By: Travis Allen
MFNF, which isn’t a metal band but was in fact Magic Fest Niagara Falls, went well enough. Players showed up, played Legacy, sold Magic cards, and ate chicken wings. On that note, I did manage to get our good buddy Corbin in front of some genuine Buffalo chicken wings, although they weren’t at one of the local hotspots. I have to advocate for attending GPs in your backyard, not that most of you will need that pressure. Having been one of the most active players in the city some 12 or 13 years ago, but less so in the last few, it was something akin to a high school reunion to attend. When the GP is within 20 minutes, players that would never bother to drive two hours to a major city still find their way. It’s a lot of fun to see faces that you remember from your LGS from seven years past. Given that the most lasting appeal of Magic is the community, this is where the true dividends lie.
Boros Signet (Foil)
Price Today: $1.50
Possible Price: $8
It’s been a week and Feather is still a popular and exciting commander, despite not having arrived in anyone’s hands yet. Official release is next Friday, May 3rd, so we can expect people to begin building the deck in earnest through late spring and all summer. Note that it’s possible that the activity on new EDH cards may be slow over the summer, as many college aged players may find themselves in home towns that lack the Magic peer group. Once September rolls around and these players are back at the dorms, the impetus to build that new EDH deck will grow.
Boros Signet isn’t a new card of course, with its original printing in Ravnica. Just, Ravnica. It’s shown up quite a bit since then, with something like 10 or 11 total printings. That’s a lot of dang printings, right? No surprise, as it’s a necessary mana rock for the most mana-starved color pair in the glorious worker’s format. Amongst all of those printings there are only two foils though, the original copy, and the latest run from Modern Masters 3. And before you bring it up, no need to worry about getting hammered by Modern Horizons – as Boros Signet is already legal in Modern, it won’t be appearing in Horizons.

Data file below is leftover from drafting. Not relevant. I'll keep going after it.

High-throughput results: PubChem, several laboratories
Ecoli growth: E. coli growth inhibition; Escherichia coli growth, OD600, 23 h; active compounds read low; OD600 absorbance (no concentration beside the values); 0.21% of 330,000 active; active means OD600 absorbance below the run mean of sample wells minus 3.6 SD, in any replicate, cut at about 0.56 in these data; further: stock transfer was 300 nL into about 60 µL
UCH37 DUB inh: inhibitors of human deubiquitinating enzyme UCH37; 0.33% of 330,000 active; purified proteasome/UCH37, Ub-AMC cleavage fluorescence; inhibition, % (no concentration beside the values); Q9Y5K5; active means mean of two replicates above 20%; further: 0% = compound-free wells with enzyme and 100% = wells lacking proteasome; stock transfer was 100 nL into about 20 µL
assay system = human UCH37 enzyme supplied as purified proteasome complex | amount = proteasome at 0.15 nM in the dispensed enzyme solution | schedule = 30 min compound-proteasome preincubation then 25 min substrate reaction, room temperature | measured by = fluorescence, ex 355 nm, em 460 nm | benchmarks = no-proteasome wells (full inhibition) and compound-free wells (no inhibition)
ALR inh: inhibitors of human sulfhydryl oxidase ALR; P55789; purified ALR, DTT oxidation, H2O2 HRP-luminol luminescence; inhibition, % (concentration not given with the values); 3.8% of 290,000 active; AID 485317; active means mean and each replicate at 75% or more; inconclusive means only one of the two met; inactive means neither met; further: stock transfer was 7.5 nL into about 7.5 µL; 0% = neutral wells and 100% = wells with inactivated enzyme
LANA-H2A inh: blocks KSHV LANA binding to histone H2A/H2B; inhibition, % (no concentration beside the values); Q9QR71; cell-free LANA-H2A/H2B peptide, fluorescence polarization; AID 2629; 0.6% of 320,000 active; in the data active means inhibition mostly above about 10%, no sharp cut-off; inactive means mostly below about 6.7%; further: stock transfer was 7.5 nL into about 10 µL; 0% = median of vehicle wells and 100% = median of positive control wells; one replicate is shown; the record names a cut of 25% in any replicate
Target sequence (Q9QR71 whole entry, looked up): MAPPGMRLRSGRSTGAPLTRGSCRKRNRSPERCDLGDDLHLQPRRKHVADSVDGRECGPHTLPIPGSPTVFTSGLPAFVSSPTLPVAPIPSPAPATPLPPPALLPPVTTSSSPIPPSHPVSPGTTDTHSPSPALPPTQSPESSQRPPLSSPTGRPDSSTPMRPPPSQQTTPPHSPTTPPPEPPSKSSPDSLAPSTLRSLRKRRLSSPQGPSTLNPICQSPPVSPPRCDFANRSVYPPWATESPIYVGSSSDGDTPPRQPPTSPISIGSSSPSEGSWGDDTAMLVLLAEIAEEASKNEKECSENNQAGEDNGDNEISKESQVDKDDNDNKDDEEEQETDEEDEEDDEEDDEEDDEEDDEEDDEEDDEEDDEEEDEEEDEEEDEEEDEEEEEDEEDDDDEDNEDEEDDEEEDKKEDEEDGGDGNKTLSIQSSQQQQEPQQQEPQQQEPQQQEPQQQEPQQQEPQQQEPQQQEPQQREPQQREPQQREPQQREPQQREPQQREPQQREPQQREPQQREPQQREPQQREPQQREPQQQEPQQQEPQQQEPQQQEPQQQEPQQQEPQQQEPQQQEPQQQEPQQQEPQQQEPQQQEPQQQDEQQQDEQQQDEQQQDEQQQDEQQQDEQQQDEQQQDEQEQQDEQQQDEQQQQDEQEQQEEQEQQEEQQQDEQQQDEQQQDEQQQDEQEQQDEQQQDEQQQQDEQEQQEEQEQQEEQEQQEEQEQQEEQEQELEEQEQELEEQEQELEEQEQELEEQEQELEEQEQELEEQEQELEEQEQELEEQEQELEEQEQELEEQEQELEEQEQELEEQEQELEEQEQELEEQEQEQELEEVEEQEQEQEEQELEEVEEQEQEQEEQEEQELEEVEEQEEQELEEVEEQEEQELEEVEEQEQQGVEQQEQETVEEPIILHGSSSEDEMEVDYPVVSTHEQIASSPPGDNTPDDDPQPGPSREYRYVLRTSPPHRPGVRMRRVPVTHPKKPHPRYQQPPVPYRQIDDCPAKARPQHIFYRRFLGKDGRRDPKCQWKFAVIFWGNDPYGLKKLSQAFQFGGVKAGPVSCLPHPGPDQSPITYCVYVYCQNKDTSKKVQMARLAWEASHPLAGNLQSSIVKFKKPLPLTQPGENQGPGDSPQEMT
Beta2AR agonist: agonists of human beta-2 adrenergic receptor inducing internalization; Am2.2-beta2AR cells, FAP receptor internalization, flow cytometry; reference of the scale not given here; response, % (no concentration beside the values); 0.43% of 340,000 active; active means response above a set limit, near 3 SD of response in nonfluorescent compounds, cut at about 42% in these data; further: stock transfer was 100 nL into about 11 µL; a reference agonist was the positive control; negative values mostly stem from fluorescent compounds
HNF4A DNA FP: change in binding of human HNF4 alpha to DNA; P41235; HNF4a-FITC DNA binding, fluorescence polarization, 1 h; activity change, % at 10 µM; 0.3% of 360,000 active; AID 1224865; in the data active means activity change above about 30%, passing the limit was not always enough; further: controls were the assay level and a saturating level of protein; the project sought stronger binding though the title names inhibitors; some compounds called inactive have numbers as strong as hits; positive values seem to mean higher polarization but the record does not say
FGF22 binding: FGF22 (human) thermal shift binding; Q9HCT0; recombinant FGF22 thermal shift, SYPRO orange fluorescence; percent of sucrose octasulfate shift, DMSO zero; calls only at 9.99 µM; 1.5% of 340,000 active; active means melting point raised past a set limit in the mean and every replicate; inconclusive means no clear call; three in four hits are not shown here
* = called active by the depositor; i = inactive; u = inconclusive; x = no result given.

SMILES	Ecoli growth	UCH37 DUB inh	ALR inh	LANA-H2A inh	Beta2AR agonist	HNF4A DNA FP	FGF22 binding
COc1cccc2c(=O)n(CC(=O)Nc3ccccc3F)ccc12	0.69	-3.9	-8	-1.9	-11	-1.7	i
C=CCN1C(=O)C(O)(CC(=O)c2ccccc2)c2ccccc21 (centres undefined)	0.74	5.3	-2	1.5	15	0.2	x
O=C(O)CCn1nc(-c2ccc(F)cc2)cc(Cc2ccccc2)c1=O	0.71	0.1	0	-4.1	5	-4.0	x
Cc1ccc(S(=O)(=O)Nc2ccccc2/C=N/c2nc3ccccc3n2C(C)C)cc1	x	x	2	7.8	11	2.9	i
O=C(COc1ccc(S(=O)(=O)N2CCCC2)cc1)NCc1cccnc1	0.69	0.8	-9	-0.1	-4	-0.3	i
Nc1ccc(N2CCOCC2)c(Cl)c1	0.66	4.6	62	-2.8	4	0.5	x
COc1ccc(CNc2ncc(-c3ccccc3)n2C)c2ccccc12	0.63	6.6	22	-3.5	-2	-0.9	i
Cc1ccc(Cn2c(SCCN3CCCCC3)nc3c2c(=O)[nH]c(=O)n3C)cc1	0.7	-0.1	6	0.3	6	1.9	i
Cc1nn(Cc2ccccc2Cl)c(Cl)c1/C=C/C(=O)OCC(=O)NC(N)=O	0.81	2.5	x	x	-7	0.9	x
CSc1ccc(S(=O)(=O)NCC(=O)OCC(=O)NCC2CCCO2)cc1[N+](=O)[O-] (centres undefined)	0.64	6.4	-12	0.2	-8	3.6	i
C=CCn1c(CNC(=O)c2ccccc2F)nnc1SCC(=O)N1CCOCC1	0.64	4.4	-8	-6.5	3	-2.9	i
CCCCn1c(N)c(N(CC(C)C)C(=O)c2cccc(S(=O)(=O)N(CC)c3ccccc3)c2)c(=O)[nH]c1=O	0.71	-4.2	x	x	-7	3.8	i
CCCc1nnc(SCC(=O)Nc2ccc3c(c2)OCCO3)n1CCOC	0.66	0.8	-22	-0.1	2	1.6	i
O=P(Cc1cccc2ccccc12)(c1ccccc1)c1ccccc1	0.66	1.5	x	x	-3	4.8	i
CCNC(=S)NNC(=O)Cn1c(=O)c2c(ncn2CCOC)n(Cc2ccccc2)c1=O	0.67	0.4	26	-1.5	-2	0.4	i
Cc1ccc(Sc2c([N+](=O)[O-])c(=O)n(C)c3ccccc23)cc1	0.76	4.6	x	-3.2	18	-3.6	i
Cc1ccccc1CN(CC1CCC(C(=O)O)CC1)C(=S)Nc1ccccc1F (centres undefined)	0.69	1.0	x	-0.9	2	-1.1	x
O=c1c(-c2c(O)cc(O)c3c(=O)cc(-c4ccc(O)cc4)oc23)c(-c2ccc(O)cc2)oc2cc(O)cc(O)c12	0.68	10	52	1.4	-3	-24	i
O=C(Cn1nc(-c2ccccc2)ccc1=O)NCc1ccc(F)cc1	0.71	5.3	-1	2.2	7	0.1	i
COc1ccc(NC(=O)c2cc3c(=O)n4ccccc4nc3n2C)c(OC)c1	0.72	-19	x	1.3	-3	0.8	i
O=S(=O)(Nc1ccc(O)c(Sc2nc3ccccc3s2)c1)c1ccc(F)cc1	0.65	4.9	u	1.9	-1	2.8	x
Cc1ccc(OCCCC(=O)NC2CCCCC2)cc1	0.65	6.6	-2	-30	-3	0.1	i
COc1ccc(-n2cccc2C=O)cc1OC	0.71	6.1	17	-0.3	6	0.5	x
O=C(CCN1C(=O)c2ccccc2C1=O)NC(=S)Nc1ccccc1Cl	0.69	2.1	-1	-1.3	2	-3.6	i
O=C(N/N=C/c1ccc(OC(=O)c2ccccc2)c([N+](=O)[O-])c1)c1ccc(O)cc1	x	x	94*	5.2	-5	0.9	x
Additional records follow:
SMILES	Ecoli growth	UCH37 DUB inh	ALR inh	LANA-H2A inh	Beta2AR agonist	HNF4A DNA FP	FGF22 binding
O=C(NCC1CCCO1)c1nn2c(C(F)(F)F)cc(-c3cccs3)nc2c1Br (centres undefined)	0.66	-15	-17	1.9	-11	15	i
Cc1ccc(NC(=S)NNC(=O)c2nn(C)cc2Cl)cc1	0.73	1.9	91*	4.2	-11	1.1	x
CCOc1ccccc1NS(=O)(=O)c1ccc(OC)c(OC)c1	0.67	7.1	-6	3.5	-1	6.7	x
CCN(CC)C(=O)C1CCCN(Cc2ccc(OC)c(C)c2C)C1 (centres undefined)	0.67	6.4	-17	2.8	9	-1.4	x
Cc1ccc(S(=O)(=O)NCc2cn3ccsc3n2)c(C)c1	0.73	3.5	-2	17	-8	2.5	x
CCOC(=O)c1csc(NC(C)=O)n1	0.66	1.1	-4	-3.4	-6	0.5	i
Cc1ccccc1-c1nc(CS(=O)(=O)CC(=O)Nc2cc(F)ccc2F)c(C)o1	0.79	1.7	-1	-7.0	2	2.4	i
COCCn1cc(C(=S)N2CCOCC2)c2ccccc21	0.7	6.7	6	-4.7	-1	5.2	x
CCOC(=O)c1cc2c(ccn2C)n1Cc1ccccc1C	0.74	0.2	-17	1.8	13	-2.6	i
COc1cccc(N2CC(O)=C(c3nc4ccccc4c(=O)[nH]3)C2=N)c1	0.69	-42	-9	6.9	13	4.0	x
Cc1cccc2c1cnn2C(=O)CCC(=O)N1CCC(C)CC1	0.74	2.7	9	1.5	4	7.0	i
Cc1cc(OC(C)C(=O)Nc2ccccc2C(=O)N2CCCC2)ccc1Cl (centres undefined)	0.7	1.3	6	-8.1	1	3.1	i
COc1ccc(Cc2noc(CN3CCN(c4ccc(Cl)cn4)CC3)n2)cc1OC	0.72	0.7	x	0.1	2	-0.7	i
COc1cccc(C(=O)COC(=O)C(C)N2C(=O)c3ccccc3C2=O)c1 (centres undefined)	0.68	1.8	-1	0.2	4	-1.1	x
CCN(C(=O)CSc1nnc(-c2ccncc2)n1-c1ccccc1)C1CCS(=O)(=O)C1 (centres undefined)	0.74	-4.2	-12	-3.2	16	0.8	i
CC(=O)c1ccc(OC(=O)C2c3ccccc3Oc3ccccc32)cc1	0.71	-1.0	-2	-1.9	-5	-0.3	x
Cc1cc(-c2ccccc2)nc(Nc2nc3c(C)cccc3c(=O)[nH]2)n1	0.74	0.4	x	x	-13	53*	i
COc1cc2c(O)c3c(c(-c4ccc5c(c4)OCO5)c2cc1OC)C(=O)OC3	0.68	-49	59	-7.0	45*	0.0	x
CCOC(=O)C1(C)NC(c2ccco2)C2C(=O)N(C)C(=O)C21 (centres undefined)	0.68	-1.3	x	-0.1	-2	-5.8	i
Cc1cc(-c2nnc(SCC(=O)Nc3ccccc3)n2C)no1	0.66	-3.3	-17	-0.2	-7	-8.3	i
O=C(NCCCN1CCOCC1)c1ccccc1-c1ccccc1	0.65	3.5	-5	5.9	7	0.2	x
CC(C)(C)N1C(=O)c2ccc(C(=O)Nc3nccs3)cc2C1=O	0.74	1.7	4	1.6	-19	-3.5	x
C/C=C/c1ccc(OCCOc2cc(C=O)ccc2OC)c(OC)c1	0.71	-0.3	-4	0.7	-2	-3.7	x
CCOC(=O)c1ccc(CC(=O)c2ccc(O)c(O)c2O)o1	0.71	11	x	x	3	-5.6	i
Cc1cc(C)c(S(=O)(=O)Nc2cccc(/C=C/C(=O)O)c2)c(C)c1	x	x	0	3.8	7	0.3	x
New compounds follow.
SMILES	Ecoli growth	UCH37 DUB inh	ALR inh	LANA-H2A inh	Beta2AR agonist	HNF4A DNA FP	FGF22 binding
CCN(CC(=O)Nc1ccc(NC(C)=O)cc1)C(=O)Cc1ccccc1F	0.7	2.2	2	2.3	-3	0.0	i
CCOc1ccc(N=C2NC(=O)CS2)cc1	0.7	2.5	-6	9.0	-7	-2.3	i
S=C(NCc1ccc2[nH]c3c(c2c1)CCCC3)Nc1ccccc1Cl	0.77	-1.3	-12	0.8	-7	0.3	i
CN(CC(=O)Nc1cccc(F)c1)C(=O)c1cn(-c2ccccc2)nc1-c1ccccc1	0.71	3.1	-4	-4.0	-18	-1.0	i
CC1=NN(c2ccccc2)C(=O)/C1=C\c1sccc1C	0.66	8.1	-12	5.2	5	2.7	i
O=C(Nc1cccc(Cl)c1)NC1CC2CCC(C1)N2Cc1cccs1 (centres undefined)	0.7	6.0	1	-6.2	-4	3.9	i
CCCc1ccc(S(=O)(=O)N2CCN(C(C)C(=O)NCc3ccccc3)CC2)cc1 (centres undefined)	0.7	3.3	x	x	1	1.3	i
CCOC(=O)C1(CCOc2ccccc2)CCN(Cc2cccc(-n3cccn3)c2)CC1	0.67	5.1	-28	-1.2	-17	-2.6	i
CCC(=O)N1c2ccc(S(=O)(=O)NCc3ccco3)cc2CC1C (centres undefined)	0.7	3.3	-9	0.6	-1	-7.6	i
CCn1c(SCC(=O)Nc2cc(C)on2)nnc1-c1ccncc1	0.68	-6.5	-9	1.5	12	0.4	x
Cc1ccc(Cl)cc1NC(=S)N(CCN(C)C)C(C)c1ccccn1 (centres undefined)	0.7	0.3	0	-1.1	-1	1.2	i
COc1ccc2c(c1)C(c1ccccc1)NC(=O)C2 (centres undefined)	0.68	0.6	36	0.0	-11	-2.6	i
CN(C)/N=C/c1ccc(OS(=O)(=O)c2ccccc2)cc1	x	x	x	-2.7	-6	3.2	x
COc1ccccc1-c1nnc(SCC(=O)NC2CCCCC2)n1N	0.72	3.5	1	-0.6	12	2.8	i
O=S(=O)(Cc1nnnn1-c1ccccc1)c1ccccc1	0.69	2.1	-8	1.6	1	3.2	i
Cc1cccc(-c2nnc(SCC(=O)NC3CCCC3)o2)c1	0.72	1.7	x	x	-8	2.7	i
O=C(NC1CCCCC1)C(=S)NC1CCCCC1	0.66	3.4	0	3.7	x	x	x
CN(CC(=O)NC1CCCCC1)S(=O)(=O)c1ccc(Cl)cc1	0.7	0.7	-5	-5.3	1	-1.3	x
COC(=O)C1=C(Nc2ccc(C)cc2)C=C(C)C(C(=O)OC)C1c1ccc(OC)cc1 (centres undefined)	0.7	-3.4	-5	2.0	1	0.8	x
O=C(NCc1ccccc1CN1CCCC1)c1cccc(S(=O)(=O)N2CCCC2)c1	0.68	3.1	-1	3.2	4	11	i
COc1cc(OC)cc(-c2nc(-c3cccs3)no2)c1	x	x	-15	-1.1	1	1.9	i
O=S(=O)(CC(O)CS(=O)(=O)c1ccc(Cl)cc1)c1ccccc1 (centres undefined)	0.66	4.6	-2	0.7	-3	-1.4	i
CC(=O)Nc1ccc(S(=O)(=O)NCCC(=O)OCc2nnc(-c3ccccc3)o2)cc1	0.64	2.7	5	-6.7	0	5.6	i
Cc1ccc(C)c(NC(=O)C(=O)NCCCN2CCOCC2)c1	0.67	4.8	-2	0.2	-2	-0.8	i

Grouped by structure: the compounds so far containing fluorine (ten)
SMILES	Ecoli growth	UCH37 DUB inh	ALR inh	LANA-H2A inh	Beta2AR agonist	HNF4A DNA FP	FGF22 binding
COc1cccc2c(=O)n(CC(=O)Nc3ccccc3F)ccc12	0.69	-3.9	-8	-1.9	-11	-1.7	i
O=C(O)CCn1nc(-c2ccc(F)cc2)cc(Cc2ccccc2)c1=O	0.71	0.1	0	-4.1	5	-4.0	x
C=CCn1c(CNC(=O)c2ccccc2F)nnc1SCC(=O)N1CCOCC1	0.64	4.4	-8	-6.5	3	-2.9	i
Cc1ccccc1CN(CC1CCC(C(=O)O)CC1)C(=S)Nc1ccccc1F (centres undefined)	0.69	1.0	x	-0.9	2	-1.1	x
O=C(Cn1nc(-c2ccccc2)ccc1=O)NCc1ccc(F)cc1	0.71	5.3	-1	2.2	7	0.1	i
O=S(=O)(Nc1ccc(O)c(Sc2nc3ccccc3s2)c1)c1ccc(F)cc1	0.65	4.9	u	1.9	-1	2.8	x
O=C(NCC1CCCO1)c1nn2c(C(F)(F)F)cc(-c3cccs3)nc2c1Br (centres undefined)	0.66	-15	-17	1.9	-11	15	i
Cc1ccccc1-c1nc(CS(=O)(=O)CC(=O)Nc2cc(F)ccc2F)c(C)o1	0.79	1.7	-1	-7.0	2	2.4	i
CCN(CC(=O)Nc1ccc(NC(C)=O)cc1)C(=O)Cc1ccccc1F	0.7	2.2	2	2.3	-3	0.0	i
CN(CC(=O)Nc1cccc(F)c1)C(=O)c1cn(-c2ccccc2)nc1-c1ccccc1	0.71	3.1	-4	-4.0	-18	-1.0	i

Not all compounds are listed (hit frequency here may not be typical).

With Feather a few weeks from release, players are going to have newfound reasons to sleeve up a Boros Signet. Of appeal here is the “recently reprinted EDH staple” effect. I, for instance, don’t own a foil Boros Signet (I think). I do have a few decks I may want to put it in, but I’ve never bought one, because I’m not paying $15 or $20 for a Ravnica foil copy. Now that Feather has been printed, I’m looking into the card again, and finding it was reprinted in MM3. Great. Rather than buy one copy for Feather though, I might buy an entire playset. Even though Feather is just one commander, a cheap reprint of a formally expensive card could lead players to buy several copies. In this way, we can see how a new commander can drive demand for several copies of a single card.
Anyways, foils from MM3 are maybe $1.50 or $2. Supply isn’t too deep, with less than 40 or maybe 50 copies floating around on TCG. A few players deciding to pick up a playset for Feathers and any other decks they have are going to drain that supply rapidly, and I’d expect to see foils pushing $6 or even $10 by the time fall hits.
Sphere of Safety (Foil)
Price Today: $7
Possible Price: $15